A judge has reprimanded a County Clare woman for her use of Twitter saying “who do you think you are? Ms Vardy and Ms The-Other-One?”.
At the Family Law Court in Ennis, Judge Mary Larkin referenced the recent libel trial involving Rebekah Vardy and Coleen Rooney in the High Court in London after hearing that the woman was engaging in ‘disgraceful” behaviour when tweeting about her ex-partner on Twitter.
Solicitor for the man, Mairéad Doyle told Judge Larkin that the woman has been “digging constantly at my client on Twitter”.
Ms Doyle said that the woman “is an avid Twitter user and has always tweeted about my client”.
Ms Doyle was making an application that the woman provide a sworn undertaking to court that she no longer tweet about her ex-partner and make no further reference on her Twitter account to Family Law proceedings.
Ms Doyle said that the woman had engaged in “stupid and disgraceful behaviour” concerning her tweets.
Solicitor for the woman, Ann Walsh told Judge Larkin that her client “is somewhat naive when it comes to the use of Twitter”. Ms Walsh said that it was a private Twitter account.
After being handed a print out of a selection of the tweets, Judge Larkin described them as ‘garbage”.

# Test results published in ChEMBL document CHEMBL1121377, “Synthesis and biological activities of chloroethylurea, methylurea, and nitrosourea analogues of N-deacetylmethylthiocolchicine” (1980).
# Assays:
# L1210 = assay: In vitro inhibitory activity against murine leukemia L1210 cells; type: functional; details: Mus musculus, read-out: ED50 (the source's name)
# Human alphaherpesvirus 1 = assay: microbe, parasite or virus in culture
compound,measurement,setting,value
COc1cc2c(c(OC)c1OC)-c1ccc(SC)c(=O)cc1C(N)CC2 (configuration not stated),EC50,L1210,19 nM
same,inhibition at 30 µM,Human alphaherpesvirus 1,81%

Judge Larkin read one tweet from the woman which stated “Only takes one arsehole to ruin your evening”.
Ms Doyle said that a result of the tweets, people are saying to her client’s family members ‘My God, what kind of a Dad is he with the way is he behaving?’”
Expletive laden insulting WhatApp messages featured prominently in the recent Vardy-Rooney case and Judge Larkin asked the woman: “Who do you think you are? Ms Vardy and Ms The-Other-One?”
She said: “Haven’t we seen enough of that lately? People washing their dirty laundry in public?”
Ms Doyle said that the woman “needs to know the consequences of breaching an order”.
After the woman agreed to not tweet any more about her ex-partner or to refer to family court proceedings, Judge Larkin warned her that if she breaches the court undertaking “it is open to me to jail you for contempt of court. I hope that won’t be necessary”.
The woman apologised for a tweet the evening before the court obliquely referring to the upcoming family law proceedings.
The woman said: “I know I shouldn’t – I apologise. I was anxious about the case and I was looking to vent.”
Judge Larkin said: “It has to stop. It is awful, just awful. If I hear of it again I will entertain an application to have your ex-partner have custody of the child.”
Judge Larkin commented: “God be with the days when people wrote their thoughts down in a diary. You don’t throw it out there for the whole word to see.”
“Everything you have written online can be shown to your child and is out there in the ether.”
Judge Larkin said that the sworn undertaking relating to the woman not referring to your ex-partner and family law proceedings on Twitter be also be extended to her use of Facebook and Instagram.